Hosting a horror movie marathon? Do this after to avoid nightmares

It’s the season for all things spooky and spooky. As Halloween approaches, Huluween, The Netflix Streams and Screams and other horror movie marathons are in full swing. If you’re a big fan of horror movies, you might be used to the anxiety and thrills you get while watching. However, some are not so lucky and suffer from nightmares as fight or flight response to the movie they watched.

Nightmares are a deadly enemy of sleep and can be a real disruption of full night’s rest. They are also simply unpleasant and anxiety-provoking. If you feel anxiety and stress during a movie, these feelings may show up in your dreams. Research also shows that the negative effects of a nightmare can continue into your day after you wake up.

Below, we share some ways to avoid nightmares and the adverse effects associated with them.

For more ways to feel safe when you go to bed, here’s how to sleep healthy with your pet and a science-backed tip to help calm a restless mind.

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Talk it over with another person

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After the horror movie, discuss the movie with another person and especially how you felt in response to the hard-hitting scenes. It can help you release your emotions and express yourself, rather than having your thoughts stuck in your head.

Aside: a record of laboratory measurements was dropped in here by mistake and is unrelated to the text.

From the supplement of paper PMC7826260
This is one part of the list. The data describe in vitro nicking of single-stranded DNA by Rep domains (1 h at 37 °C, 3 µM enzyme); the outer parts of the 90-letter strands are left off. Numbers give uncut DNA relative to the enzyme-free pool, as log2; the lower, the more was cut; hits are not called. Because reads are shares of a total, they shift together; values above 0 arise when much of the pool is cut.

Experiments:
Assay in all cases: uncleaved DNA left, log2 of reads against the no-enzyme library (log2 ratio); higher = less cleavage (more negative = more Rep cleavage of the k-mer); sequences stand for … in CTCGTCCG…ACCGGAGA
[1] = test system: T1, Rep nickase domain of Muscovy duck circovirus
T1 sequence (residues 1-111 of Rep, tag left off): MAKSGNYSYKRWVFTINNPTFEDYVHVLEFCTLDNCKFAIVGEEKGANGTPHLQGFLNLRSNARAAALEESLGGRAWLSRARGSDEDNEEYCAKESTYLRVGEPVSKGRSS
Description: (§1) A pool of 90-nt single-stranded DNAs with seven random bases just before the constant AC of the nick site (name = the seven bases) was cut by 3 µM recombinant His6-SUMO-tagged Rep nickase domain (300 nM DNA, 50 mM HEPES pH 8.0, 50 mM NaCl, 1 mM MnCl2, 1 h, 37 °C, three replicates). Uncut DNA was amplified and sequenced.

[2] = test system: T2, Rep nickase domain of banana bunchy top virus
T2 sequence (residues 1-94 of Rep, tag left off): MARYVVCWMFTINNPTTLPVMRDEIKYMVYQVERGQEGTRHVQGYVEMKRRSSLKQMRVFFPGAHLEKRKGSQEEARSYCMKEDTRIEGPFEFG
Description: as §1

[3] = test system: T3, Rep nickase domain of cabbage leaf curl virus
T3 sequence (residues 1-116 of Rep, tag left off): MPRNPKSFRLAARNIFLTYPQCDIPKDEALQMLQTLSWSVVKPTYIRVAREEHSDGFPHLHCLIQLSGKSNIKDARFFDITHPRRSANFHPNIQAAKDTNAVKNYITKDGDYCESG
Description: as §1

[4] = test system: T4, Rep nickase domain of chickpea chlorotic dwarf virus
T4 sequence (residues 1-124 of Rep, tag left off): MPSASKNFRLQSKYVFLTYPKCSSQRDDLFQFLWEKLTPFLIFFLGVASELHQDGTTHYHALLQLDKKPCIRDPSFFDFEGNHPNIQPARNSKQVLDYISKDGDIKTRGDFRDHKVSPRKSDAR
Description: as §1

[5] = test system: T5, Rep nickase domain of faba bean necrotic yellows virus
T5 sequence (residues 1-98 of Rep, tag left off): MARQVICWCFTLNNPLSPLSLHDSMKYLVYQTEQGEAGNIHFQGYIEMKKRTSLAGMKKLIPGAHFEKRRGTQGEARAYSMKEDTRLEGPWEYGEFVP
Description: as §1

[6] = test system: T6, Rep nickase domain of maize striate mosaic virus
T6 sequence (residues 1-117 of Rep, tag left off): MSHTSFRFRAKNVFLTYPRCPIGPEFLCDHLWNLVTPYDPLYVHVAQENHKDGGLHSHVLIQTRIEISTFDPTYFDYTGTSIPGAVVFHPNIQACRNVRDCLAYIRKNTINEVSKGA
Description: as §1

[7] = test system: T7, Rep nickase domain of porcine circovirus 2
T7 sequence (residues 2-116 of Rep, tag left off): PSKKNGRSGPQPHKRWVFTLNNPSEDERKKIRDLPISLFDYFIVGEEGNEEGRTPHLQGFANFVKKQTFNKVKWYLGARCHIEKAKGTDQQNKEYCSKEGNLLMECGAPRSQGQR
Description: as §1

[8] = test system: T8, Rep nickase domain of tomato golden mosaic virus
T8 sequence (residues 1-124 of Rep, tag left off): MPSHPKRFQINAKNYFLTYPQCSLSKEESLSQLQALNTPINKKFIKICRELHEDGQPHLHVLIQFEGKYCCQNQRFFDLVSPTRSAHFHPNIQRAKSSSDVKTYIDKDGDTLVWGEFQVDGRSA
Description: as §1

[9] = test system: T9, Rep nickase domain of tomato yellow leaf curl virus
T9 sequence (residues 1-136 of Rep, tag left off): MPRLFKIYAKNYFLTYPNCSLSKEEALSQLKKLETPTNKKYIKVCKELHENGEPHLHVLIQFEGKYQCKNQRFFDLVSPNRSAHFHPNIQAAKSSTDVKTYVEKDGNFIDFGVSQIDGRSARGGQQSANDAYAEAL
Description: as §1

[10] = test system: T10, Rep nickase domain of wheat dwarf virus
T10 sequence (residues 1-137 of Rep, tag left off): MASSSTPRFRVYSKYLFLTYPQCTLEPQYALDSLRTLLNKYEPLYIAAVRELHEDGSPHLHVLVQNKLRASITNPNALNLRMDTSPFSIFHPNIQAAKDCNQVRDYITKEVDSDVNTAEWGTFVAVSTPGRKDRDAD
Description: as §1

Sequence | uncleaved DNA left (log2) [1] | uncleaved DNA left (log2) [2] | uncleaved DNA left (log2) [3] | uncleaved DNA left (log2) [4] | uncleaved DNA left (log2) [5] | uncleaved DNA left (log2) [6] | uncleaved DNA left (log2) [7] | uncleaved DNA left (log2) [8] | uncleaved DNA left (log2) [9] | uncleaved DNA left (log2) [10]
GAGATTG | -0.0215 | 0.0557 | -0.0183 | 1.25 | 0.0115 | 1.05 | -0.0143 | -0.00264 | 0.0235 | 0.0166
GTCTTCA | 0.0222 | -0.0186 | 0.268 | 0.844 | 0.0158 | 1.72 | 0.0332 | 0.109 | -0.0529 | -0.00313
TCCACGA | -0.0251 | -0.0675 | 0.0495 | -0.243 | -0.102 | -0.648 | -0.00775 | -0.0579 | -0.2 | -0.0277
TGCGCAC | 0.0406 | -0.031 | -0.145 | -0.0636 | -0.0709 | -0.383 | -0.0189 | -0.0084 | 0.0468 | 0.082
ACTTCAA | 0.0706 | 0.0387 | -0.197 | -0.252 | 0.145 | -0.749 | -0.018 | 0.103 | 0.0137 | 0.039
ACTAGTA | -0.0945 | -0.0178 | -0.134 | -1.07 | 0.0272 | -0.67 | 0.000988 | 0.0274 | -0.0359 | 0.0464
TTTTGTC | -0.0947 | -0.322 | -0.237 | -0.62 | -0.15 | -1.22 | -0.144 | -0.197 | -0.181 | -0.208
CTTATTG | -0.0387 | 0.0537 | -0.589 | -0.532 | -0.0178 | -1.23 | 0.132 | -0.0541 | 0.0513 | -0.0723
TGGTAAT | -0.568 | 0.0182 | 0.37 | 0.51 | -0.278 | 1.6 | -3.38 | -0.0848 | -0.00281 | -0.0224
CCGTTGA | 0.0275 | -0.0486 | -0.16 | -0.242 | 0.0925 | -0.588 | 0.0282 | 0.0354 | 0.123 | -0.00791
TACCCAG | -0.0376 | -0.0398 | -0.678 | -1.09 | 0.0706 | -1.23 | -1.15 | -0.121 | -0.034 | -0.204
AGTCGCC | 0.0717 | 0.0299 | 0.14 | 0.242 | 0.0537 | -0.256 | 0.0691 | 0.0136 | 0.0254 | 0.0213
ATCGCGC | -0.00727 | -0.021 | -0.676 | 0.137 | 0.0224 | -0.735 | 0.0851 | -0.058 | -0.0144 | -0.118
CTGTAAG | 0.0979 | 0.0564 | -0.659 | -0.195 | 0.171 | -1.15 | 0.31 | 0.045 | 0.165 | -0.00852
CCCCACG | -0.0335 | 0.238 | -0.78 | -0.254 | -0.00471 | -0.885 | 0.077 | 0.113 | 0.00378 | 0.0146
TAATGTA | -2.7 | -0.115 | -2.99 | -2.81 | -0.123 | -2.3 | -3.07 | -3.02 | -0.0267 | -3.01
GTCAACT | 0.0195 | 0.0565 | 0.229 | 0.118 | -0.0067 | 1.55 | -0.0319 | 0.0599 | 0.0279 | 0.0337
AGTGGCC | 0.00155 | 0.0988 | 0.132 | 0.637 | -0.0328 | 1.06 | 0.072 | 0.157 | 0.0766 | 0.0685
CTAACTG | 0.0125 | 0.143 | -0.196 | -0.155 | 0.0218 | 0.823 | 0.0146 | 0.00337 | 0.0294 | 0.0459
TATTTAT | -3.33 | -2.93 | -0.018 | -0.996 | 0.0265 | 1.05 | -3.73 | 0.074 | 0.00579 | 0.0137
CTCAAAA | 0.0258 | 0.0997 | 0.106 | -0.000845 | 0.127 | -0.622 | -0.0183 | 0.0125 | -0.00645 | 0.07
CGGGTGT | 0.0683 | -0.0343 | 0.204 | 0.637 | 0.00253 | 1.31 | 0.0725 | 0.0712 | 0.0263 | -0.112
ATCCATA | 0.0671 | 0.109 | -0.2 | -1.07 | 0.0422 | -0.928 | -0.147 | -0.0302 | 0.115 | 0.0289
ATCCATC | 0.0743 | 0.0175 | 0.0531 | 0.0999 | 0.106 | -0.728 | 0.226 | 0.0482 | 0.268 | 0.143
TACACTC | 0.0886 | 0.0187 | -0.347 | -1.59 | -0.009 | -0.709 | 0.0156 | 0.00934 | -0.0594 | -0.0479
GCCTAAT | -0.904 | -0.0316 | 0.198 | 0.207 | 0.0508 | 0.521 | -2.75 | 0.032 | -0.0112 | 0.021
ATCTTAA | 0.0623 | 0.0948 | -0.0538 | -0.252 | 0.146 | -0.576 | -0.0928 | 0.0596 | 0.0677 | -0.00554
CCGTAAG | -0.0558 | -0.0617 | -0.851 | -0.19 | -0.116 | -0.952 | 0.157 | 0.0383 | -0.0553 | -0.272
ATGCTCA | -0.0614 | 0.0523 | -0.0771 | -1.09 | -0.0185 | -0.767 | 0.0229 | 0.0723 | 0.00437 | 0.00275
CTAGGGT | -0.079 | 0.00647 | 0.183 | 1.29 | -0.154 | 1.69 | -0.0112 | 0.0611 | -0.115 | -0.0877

If you don’t have someone else to talk to about it, journaling is a great way to let your emotions run wild.

Have a happy movie to watch after

When you’re hiding under the covers, you don’t want the horror movie fresh in your mind. Try to replace your feelings of anxiety and fear with joy. Distract yourself from anxiety or worried thoughts after the movie by watching something light afterwards. It could be anything from comedy to sports to romance.

Relax and de-stress before bed

The anxiety you feel after watching a horror movie plays a role in causing nightmares, so practice a relaxing routine before bed. It can be yoga stretches, meditation, or making a nighttime tea that reduces stress and promotes calm.

Avoid snacking too close to the bed

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In addition to candies and popcorn with a film, be careful not to snack too close to the bed, especially high-sugar snacks. In a study of Mind and body diaryice cream and sweets helped generate increased brain waves, leading to nightmares in seven out of 10 participants. The same happened when going to bed with a full stomach.

To be safe, be sure to eat at least three hours before bedtime.

Demystify the movie

Use cognitive behavioral therapy to change the way your mind processes the horror movie you watched. Take the negative emotions and thoughts you associated with the movie and turn them into something more positive. To do this, try looking behind the scenes of the film. This will help demystify the murderer or killer and allow you to look behind the curtain.

Remember that the film is not real, it is only a production made with actors and producers to scare you.

For more help improving your sleep, learn how to create the perfect sleep playlist and try these seven natural insomnia aids.

The information in this article is for educational and informational purposes only and is not intended to constitute medical or health advice. Always consult a physician or other qualified health care provider with any questions you may have about a medical condition or health goals.

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